16 of the Most Expensive Classic Board Games

Here are 16 of the most expensive classic board games ever put into production. Vintage and hard to find but still so much fun to play.

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Amanda Kranias

Posted on May 21, 2017

While today it seems that most games are played on some type of electronic device, there was a time when playing board games was a go-to for family and friends. It was a way to socialize with an added dose of healthy competition. Many people still find joy in gathering around the kitchen table, rolling the dice and bonding over a few hours of playing a favorite board game. Here are some classic games that avid collectors are willing to spend top dollar on to fill out their collection.

Lost in Space 3D Action Fun Game (1966 Remco $750) This three level board game is based on the popular television series of the same name. The Robinson Family must get home after being lost in space. Players spin the wheel and move between the three levels to help the Robinson Family, including Robot, get home safely.  And yes, Dr. Zachary Smith, the cause of problems, is included in the game. 

Disney’s Haunted Mansion (1972 & 1975 $250) 2-4 players get to experience the fun of this classic board game based on the famous Walt Disney World ride. The game was released in 1972 and again in 1975. Just like the experience at Disney, the ‘floor’ of the board game is constantly changing using spinning panels. Players have to get their Doom Buggy through the mansion’s ever changing paths.

The Elvis Presley Game (1956 Teen-Age Games $800)  ‘A Party Game for the Young at Heart’ is the tagline on the outside of the box and love along with romance are the theme throughout the game. The spinner is a guitar of course because Elvis was the king of strumming and singing those love ballads. When the game came out one of it’s selling features was a free 8×10 glossy of Elvis inside every box.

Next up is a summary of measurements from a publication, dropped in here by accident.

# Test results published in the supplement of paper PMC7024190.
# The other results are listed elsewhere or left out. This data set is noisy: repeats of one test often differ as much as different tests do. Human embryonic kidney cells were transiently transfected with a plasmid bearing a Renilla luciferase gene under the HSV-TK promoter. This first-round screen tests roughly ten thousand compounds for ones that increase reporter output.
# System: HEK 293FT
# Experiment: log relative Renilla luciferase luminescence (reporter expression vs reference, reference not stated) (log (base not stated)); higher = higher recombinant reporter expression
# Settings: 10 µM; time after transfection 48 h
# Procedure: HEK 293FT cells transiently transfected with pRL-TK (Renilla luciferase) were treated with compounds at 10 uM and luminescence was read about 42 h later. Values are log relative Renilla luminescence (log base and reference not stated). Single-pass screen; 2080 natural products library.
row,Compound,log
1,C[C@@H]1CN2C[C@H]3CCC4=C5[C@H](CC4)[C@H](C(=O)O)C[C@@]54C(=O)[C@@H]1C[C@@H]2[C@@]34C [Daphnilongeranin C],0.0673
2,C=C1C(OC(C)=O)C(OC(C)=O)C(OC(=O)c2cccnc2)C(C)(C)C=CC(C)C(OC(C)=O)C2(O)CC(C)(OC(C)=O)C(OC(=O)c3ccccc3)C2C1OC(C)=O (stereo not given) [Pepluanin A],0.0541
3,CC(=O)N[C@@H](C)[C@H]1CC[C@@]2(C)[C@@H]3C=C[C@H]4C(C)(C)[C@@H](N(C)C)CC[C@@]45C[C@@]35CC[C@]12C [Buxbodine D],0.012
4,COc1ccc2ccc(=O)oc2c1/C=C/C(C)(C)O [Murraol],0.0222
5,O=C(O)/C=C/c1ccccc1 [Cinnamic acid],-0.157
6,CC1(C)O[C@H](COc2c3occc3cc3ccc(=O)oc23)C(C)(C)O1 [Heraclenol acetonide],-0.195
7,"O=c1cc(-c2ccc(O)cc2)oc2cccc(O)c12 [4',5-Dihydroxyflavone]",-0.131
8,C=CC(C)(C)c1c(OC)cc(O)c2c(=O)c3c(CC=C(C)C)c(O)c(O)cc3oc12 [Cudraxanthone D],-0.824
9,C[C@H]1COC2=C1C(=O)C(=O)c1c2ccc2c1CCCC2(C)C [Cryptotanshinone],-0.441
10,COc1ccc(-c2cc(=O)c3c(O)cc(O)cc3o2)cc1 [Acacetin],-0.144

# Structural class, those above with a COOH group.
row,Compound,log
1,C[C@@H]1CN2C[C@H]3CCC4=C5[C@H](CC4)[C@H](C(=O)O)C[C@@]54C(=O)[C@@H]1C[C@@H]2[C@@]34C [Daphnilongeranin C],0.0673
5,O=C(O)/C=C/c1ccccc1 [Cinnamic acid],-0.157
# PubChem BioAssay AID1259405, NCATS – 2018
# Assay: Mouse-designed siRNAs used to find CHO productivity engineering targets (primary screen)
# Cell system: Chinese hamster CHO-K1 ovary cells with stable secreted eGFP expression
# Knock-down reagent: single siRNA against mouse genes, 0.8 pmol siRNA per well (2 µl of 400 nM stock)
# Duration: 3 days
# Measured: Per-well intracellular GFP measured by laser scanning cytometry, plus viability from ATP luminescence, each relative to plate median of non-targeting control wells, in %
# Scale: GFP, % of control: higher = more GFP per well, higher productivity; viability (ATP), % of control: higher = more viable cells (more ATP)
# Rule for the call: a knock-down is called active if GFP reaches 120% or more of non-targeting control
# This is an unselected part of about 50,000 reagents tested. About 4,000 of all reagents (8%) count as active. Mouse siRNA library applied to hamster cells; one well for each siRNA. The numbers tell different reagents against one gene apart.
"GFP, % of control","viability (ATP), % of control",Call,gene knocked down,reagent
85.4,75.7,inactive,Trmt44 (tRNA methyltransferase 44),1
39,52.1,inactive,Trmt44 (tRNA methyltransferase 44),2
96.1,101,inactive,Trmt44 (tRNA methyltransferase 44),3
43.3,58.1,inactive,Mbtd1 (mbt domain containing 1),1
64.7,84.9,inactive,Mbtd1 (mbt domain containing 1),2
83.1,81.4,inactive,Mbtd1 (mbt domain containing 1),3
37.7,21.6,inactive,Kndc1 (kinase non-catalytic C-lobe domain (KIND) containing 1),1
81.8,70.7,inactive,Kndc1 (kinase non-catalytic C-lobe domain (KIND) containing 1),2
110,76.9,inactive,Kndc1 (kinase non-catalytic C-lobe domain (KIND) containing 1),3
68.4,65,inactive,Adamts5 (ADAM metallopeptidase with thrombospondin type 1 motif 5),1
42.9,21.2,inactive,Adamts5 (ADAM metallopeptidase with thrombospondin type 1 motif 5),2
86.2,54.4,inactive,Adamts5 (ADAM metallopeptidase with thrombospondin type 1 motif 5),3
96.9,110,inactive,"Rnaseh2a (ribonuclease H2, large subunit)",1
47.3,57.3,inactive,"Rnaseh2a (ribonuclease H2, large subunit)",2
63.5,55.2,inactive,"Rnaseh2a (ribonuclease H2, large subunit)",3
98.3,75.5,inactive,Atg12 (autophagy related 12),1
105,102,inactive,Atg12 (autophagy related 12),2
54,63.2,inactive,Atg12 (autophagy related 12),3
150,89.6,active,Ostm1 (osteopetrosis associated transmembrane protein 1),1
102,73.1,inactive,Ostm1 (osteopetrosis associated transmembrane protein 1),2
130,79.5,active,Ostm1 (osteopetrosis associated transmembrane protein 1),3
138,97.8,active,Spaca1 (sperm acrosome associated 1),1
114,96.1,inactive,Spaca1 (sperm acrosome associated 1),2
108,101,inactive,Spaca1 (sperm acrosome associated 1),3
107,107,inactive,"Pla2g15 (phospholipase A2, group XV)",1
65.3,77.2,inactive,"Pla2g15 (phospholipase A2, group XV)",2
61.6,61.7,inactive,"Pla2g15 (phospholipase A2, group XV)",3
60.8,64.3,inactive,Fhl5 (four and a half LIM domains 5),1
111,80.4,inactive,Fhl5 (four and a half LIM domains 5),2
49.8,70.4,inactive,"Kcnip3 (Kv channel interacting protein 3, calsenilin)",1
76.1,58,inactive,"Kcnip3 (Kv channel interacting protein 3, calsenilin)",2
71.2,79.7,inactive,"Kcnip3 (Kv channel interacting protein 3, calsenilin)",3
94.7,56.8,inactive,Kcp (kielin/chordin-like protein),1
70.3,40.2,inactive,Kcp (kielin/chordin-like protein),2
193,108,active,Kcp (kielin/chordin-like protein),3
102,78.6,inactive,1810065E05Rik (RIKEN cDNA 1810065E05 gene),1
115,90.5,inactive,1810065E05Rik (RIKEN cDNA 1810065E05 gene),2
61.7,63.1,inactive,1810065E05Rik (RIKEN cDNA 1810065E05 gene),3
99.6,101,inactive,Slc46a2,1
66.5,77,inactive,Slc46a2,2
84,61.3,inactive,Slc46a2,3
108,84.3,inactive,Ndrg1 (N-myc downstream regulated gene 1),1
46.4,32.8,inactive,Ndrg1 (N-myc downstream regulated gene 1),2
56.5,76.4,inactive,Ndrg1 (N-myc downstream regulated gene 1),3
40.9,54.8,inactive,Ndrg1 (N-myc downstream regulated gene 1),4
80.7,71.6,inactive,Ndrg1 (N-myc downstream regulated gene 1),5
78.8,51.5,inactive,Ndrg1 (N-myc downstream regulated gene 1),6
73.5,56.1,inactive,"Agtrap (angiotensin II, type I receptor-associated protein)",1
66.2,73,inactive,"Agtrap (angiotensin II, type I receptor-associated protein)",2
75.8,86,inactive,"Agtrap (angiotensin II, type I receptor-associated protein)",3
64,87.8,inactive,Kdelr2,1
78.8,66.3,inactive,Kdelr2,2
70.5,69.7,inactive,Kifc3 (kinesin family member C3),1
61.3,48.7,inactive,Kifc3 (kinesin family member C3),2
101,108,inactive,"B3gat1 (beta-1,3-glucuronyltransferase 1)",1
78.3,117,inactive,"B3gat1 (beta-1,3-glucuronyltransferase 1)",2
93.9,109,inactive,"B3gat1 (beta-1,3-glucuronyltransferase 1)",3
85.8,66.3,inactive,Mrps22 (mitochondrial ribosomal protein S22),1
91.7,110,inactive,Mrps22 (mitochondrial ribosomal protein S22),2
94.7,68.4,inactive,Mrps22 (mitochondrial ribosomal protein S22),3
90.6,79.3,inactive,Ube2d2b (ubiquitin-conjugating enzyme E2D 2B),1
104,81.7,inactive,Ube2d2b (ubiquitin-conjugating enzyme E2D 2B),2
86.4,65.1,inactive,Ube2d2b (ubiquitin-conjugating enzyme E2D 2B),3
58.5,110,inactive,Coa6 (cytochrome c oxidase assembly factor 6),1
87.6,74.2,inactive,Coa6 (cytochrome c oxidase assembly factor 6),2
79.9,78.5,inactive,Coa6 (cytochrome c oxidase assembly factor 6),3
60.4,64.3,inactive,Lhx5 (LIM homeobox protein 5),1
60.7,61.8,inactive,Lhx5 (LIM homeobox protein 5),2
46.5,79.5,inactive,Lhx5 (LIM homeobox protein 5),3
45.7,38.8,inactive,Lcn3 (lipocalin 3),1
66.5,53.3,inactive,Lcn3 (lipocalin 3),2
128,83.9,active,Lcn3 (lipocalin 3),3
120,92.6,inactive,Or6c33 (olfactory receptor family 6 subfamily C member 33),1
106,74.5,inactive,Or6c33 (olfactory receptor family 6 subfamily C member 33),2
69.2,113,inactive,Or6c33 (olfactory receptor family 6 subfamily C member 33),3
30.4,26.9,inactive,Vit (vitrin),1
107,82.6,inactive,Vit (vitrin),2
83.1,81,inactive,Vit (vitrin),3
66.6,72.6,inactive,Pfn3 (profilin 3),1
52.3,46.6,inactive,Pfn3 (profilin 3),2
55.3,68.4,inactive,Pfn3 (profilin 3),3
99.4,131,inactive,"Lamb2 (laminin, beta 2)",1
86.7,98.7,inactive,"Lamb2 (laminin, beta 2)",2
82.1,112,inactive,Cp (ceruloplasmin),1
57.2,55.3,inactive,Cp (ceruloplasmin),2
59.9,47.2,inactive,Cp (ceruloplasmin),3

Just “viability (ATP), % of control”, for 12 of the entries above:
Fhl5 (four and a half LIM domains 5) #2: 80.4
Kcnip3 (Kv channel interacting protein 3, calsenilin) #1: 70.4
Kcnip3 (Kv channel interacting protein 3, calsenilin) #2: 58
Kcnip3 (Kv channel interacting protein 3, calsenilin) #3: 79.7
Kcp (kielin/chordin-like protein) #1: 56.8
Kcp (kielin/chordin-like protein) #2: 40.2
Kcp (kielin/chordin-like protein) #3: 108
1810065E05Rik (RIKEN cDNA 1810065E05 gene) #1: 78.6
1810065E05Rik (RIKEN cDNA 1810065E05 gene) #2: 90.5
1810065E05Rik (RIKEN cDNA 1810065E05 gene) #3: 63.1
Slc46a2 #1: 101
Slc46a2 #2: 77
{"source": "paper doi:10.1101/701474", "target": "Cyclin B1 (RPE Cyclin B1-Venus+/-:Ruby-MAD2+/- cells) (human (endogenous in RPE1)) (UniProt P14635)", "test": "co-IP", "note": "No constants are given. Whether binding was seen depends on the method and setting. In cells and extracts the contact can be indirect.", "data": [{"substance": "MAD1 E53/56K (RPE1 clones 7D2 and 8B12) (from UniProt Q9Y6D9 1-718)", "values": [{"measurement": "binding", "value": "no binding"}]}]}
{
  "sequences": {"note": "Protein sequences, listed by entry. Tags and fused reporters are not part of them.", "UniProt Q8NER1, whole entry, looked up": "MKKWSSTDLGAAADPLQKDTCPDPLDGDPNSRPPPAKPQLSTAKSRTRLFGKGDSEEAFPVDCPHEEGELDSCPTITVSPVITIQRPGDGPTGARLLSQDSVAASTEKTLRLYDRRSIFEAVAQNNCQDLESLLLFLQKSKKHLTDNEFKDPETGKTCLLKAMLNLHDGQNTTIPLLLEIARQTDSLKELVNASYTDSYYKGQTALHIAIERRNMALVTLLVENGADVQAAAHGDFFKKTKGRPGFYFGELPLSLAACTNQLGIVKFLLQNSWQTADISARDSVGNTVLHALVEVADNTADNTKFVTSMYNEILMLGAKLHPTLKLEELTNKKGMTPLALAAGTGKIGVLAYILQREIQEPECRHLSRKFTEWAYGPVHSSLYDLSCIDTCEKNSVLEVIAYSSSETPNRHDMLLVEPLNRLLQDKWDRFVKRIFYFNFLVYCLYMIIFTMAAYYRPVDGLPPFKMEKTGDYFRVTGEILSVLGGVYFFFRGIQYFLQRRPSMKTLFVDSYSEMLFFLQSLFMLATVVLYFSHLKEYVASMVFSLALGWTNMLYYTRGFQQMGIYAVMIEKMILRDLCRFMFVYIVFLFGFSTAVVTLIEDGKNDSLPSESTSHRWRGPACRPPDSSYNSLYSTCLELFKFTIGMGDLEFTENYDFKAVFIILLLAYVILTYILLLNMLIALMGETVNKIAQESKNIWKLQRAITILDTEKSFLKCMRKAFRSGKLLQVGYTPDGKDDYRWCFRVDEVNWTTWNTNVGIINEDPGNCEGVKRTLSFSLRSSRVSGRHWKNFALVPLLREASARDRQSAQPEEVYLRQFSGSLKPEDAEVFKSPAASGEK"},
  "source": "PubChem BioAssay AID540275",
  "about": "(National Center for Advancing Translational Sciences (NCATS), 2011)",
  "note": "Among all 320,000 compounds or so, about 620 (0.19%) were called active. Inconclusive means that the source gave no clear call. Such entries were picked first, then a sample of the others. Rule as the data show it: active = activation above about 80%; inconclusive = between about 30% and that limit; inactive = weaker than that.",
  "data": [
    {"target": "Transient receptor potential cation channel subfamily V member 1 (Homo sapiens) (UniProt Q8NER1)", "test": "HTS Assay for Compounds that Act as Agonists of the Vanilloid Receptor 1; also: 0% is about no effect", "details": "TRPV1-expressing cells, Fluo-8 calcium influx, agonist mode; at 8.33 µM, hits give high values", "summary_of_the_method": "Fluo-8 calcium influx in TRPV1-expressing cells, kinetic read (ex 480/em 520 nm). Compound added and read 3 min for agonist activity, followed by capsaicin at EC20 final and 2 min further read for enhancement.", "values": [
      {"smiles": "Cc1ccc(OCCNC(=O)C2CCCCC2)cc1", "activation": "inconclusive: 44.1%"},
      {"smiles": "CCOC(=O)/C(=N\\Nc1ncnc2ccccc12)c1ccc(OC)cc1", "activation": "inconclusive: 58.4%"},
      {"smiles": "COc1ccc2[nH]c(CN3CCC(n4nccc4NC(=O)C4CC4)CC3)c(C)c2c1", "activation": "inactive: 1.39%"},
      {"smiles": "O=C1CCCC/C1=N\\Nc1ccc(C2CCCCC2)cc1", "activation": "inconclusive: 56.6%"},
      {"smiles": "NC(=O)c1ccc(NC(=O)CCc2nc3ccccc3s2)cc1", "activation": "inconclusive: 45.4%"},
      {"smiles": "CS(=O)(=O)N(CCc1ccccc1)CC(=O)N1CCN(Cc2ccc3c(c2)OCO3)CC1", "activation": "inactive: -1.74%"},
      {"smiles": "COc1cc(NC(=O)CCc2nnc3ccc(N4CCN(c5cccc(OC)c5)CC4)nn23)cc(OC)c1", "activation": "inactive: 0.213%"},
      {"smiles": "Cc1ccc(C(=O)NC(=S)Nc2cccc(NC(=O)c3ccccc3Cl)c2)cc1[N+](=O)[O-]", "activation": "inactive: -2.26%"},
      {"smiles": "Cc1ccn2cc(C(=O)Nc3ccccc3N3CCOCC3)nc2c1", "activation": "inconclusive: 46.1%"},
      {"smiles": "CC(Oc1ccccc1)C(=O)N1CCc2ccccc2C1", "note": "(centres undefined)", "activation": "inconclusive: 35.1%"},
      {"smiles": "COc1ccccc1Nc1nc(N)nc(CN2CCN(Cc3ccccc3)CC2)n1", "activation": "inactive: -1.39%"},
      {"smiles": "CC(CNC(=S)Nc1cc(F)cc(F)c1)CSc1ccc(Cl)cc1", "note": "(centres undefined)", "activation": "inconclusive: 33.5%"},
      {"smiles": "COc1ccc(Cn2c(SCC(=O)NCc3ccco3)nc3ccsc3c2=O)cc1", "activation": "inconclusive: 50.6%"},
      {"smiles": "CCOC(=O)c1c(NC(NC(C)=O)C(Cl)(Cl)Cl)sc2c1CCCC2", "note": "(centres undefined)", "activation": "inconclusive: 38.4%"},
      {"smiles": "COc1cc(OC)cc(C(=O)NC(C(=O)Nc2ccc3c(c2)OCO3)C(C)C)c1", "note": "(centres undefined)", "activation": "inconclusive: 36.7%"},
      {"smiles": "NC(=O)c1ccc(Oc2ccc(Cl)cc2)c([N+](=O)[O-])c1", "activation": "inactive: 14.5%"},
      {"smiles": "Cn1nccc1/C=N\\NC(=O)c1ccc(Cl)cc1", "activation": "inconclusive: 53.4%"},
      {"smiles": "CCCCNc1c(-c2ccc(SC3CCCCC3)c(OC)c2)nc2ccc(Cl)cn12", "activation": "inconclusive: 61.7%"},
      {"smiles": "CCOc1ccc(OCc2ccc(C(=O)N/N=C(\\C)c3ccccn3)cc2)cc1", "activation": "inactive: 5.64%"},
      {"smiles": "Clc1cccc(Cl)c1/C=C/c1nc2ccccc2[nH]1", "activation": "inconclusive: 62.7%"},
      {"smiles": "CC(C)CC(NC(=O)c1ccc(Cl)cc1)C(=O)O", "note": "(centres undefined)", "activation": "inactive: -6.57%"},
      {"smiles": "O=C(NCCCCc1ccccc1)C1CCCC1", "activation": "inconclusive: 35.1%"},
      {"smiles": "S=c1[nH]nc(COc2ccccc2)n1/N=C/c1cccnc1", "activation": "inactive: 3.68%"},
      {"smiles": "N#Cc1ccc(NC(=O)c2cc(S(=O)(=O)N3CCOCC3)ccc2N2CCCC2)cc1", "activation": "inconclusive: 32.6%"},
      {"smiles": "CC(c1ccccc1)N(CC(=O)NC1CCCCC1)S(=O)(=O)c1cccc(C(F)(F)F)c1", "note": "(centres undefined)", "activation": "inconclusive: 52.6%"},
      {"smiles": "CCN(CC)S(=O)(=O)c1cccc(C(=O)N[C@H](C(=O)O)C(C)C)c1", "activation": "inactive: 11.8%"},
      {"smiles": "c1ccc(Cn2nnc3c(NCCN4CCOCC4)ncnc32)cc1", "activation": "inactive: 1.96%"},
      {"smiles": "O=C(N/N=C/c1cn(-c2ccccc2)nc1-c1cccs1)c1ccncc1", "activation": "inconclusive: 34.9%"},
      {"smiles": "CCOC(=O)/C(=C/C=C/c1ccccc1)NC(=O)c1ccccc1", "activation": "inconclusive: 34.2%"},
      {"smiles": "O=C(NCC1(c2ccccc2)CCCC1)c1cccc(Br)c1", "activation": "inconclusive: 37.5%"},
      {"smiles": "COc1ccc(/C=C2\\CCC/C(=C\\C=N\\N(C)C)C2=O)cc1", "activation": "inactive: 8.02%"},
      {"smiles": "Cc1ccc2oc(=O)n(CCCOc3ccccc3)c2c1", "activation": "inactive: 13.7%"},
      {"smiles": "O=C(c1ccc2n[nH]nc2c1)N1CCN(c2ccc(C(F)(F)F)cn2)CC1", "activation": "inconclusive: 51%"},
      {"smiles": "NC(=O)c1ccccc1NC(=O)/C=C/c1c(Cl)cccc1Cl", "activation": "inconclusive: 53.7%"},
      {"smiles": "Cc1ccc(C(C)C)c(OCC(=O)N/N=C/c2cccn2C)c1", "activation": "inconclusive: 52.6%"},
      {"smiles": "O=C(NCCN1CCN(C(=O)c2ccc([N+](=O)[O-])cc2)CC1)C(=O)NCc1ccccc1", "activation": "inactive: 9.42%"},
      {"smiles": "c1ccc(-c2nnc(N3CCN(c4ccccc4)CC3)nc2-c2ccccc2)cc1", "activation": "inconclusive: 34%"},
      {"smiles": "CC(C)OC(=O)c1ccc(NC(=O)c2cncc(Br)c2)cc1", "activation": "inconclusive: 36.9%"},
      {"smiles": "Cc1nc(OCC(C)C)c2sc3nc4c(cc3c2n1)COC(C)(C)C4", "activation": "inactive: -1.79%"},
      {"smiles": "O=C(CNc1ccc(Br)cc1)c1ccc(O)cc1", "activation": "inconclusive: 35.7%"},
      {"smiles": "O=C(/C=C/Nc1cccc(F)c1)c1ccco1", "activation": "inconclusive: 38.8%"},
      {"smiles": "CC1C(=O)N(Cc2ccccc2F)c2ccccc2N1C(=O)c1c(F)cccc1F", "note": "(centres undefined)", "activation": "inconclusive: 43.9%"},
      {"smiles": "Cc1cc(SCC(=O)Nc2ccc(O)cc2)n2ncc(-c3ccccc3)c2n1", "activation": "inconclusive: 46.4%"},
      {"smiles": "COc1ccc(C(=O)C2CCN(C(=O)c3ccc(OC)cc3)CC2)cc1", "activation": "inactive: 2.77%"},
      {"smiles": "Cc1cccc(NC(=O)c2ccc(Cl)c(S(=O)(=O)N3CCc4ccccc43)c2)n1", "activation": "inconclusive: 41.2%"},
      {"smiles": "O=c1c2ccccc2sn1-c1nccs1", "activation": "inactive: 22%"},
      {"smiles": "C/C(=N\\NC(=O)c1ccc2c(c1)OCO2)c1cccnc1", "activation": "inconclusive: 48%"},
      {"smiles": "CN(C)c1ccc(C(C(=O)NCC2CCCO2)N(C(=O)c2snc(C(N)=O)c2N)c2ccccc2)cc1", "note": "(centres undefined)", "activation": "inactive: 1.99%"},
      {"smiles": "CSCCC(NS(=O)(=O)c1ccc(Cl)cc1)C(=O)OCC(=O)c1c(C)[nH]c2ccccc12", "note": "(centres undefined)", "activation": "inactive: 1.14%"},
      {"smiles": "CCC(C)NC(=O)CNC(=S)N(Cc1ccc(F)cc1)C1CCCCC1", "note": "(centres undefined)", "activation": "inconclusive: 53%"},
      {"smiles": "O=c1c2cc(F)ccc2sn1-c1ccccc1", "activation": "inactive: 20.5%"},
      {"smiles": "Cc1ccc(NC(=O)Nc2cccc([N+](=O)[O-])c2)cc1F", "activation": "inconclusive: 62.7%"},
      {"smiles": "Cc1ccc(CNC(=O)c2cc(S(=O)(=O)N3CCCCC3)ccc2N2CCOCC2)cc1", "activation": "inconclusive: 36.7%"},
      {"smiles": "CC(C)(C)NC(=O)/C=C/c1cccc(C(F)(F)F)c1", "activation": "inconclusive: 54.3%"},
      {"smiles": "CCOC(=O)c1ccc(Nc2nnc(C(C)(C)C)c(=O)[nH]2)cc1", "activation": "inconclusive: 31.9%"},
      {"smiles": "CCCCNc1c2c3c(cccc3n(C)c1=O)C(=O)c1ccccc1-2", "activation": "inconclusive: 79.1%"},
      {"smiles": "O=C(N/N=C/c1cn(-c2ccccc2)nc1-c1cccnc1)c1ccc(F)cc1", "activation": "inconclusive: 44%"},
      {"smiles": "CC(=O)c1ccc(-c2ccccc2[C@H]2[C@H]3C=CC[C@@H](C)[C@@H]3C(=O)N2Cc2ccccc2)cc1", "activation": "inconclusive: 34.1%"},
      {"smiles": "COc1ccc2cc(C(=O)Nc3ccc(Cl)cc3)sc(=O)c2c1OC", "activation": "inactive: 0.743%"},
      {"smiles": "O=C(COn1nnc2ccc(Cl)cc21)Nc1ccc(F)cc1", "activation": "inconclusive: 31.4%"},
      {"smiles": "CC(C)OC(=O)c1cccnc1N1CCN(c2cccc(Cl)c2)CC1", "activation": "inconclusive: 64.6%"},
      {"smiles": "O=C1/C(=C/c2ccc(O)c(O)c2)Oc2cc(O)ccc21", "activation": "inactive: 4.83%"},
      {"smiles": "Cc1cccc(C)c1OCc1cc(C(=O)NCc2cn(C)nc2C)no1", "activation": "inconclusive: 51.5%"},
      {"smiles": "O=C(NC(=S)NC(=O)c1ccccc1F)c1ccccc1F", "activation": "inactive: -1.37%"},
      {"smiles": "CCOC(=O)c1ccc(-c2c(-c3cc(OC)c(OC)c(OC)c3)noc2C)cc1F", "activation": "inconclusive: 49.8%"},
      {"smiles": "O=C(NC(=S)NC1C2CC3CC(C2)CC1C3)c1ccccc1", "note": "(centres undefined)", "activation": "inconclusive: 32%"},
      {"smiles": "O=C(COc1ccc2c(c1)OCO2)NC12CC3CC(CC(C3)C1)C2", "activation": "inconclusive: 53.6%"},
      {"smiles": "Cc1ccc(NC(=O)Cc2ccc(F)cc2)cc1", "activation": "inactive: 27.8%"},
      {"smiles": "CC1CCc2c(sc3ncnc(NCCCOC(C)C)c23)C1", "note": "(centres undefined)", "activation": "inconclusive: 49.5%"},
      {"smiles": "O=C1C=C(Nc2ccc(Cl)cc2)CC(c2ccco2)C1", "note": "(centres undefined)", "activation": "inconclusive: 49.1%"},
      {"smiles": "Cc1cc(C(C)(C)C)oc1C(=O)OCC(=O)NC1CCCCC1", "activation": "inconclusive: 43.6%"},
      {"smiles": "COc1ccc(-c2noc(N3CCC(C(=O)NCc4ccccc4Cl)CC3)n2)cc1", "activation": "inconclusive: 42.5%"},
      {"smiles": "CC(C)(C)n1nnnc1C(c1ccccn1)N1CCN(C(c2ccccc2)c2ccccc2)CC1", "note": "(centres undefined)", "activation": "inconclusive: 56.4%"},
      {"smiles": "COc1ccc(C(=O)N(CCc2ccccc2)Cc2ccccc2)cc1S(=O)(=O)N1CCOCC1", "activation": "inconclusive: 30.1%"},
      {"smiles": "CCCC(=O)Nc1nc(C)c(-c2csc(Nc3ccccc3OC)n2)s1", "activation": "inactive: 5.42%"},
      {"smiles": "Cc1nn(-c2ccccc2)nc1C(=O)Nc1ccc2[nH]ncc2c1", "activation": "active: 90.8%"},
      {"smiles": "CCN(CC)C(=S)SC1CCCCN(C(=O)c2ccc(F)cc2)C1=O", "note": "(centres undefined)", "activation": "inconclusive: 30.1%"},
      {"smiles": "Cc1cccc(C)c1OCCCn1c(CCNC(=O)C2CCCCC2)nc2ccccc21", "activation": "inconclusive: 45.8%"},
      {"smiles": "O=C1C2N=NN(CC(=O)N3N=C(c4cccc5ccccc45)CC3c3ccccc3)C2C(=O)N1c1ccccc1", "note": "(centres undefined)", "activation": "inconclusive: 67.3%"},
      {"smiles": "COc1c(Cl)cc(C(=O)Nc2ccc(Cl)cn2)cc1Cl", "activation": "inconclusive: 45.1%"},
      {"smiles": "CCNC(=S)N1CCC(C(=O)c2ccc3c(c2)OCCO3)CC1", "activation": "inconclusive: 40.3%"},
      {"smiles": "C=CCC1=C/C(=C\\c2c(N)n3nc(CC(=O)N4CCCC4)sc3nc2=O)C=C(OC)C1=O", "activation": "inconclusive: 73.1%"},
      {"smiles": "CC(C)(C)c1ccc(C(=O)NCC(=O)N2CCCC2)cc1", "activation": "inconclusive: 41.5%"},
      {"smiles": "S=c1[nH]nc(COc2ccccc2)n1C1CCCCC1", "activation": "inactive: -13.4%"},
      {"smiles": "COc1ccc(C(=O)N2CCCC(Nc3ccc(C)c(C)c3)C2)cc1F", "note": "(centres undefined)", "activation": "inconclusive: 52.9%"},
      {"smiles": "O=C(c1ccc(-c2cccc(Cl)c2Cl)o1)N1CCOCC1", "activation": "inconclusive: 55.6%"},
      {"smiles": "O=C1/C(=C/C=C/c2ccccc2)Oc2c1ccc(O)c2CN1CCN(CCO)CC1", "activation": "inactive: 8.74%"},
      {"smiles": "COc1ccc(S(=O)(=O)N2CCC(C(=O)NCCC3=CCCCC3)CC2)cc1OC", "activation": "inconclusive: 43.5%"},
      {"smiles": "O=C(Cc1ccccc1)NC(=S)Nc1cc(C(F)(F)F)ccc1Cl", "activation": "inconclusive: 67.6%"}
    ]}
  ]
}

Trafalgar (1968 Roger Cormier $1000+) With only 450 games produced this game ranks on the top of most game collector’s wish list. Roger Cormier self-published the game which had a felt board and did not come in a box. While the pieces were for the most part pretty basic the game is great fun to play.  This game had to be included on the list because of its expense to acquire but there are no pictures to be found. If anyone has one we would LOVE to see it. 

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Vintage Monopoly (1933 Parker Brother’s $760) Monopoly was born in 1933 and has remained a board game staple for virtually every household. Originally based on Atlantic City the game now comes in versions such as Star Wars and M&Ms. Parker Brother bought the rights to the game in 1935 and that’s when it became a household name.

Fireball Island 3D Board (1986 $175-$400) Players have to watch out for the fireballs ‘shooting’ down the volcanic paths as they fight to reach the top of the mountain and retrieve a ruby from the idol. The 3D board and the red marble fireballs make this a lot of fun to play. Keeping track of those red marble fireballs makes this a hard one to find with all the pieces.

The Campaign for North Africa (1978  $500) It takes nearly 63 days to play this highly complex game. 63 DAYS! With 1800 game pieces and three large volume rule books, it’s a wonder anyone commits to actually playing it! Players must strategically keep track of pilots and planes covering a three-year war campaign. The game suggests that there be 2 teams of 5 players each to handle the logistics of CNA.